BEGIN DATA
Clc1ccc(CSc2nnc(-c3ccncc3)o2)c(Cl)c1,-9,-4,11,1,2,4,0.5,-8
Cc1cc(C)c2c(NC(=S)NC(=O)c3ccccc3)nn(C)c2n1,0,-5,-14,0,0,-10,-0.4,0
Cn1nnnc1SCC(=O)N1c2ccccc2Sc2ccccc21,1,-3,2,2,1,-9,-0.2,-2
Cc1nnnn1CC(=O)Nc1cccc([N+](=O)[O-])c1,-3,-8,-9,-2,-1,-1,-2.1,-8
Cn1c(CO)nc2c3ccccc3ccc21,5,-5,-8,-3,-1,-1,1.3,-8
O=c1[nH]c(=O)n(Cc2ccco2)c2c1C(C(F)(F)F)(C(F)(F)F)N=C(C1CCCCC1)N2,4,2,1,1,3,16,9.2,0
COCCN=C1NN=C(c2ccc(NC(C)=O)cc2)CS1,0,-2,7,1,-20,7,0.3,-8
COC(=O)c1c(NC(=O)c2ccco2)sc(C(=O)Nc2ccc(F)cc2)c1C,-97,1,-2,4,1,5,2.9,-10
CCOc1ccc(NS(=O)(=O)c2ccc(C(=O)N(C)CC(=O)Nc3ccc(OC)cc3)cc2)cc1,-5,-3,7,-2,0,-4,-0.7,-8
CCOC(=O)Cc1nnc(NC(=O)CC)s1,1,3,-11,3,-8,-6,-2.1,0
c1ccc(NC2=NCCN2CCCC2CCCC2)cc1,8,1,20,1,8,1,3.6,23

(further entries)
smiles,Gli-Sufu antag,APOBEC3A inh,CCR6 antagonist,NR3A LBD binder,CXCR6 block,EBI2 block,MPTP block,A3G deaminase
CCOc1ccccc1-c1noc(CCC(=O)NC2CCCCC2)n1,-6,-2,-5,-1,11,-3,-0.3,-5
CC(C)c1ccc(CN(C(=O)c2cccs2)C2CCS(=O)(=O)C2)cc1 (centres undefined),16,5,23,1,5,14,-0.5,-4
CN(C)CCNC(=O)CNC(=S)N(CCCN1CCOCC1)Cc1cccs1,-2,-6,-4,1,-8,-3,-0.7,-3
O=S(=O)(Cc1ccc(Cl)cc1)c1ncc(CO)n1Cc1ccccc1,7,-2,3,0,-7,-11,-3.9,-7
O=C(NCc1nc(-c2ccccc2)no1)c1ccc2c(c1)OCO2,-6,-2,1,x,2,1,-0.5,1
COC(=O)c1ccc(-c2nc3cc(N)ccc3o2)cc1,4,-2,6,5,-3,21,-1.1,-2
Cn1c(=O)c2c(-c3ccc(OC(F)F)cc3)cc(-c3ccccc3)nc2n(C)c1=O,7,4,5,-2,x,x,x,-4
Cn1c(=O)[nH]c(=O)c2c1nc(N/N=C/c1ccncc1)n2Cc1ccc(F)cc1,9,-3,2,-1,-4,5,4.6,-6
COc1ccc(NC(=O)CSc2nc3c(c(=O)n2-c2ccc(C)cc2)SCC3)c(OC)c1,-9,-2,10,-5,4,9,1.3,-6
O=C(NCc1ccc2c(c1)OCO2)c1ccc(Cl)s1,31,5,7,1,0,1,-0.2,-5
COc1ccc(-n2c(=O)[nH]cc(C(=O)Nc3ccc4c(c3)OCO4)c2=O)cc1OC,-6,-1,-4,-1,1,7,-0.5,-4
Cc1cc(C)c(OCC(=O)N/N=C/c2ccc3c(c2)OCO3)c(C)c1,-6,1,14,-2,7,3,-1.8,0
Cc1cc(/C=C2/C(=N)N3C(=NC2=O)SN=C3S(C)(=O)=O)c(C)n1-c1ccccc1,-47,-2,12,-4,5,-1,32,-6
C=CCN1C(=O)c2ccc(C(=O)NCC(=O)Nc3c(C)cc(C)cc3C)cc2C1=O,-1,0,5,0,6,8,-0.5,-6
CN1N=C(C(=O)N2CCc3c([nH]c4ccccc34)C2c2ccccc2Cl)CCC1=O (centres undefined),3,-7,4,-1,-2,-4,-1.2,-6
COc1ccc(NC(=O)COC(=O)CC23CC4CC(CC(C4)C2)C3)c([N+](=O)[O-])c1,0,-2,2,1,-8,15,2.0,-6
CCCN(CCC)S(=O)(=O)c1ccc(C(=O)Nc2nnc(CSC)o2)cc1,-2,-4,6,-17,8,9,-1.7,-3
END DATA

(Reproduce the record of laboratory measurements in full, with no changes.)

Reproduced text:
Clc1ccc(CSc2nnc(-c3ccncc3)o2)c(Cl)c1,-9,-4,11,1,2,4,0.5,-8
Cc1cc(C)c2c(NC(=S)NC(=O)c3ccccc3)nn(C)c2n1,0,-5,-14,0,0,-10,-0.4,0
Cn1nnnc1SCC(=O)N1c2ccccc2Sc2ccccc21,1,-3,2,2,1,-9,-0.2,-2
Cc1nnnn1CC(=O)Nc1cccc([N+](=O)[O-])c1,-3,-8,-9,-2,-1,-1,-2.1,-8
Cn1c(CO)nc2c3ccccc3ccc21,5,-5,-8,-3,-1,-1,1.3,-8
O=c1[nH]c(=O)n(Cc2ccco2)c2c1C(C(F)(F)F)(C(F)(F)F)N=C(C1CCCCC1)N2,4,2,1,1,3,16,9.2,0
COCCN=C1NN=C(c2ccc(NC(C)=O)cc2)CS1,0,-2,7,1,-20,7,0.3,-8
COC(=O)c1c(NC(=O)c2ccco2)sc(C(=O)Nc2ccc(F)cc2)c1C,-97,1,-2,4,1,5,2.9,-10
CCOc1ccc(NS(=O)(=O)c2ccc(C(=O)N(C)CC(=O)Nc3ccc(OC)cc3)cc2)cc1,-5,-3,7,-2,0,-4,-0.7,-8
CCOC(=O)Cc1nnc(NC(=O)CC)s1,1,3,-11,3,-8,-6,-2.1,0
c1ccc(NC2=NCCN2CCCC2CCCC2)cc1,8,1,20,1,8,1,3.6,23

(further entries)
smiles,Gli-Sufu antag,APOBEC3A inh,CCR6 antagonist,NR3A LBD binder,CXCR6 block,EBI2 block,MPTP block,A3G deaminase
CCOc1ccccc1-c1noc(CCC(=O)NC2CCCCC2)n1,-6,-2,-5,-1,11,-3,-0.3,-5
CC(C)c1ccc(CN(C(=O)c2cccs2)C2CCS(=O)(=O)C2)cc1 (centres undefined),16,5,23,1,5,14,-0.5,-4
CN(C)CCNC(=O)CNC(=S)N(CCCN1CCOCC1)Cc1cccs1,-2,-6,-4,1,-8,-3,-0.7,-3
O=S(=O)(Cc1ccc(Cl)cc1)c1ncc(CO)n1Cc1ccccc1,7,-2,3,0,-7,-11,-3.9,-7
O=C(NCc1nc(-c2ccccc2)no1)c1ccc2c(c1)OCO2,-6,-2,1,x,2,1,-0.5,1
COC(=O)c1ccc(-c2nc3cc(N)ccc3o2)cc1,4,-2,6,5,-3,21,-1.1,-2
Cn1c(=O)c2c(-c3ccc(OC(F)F)cc3)cc(-c3ccccc3)nc2n(C)c1=O,7,4,5,-2,x,x,x,-4
Cn1c(=O)[nH]c(=O)c2c1nc(N/N=C/c1ccncc1)n2Cc1ccc(F)cc1,9,-3,2,-1,-4,5,4.6,-6
COc1ccc(NC(=O)CSc2nc3c(c(=O)n2-c2ccc(C)cc2)SCC3)c(OC)c1,-9,-2,10,-5,4,9,1.3,-6
O=C(NCc1ccc2c(c1)OCO2)c1ccc(Cl)s1,31,5,7,1,0,1,-0.2,-5
COc1ccc(-n2c(=O)[nH]cc(C(=O)Nc3ccc4c(c3)OCO4)c2=O)cc1OC,-6,-1,-4,-1,1,7,-0.5,-4
Cc1cc(C)c(OCC(=O)N/N=C/c2ccc3c(c2)OCO3)c(C)c1,-6,1,14,-2,7,3,-1.8,0
Cc1cc(/C=C2/C(=N)N3C(=NC2=O)SN=C3S(C)(=O)=O)c(C)n1-c1ccccc1,-47,-2,12,-4,5,-1,32,-6
C=CCN1C(=O)c2ccc(C(=O)NCC(=O)Nc3c(C)cc(C)cc3C)cc2C1=O,-1,0,5,0,6,8,-0.5,-6
CN1N=C(C(=O)N2CCc3c([nH]c4ccccc34)C2c2ccccc2Cl)CCC1=O (centres undefined),3,-7,4,-1,-2,-4,-1.2,-6
COc1ccc(NC(=O)COC(=O)CC23CC4CC(CC(C4)C2)C3)c([N+](=O)[O-])c1,0,-2,2,1,-8,15,2.0,-6
CCCN(CCC)S(=O)(=O)c1ccc(C(=O)Nc2nnc(CSC)o2)cc1,-2,-4,6,-17,8,9,-1.7,-3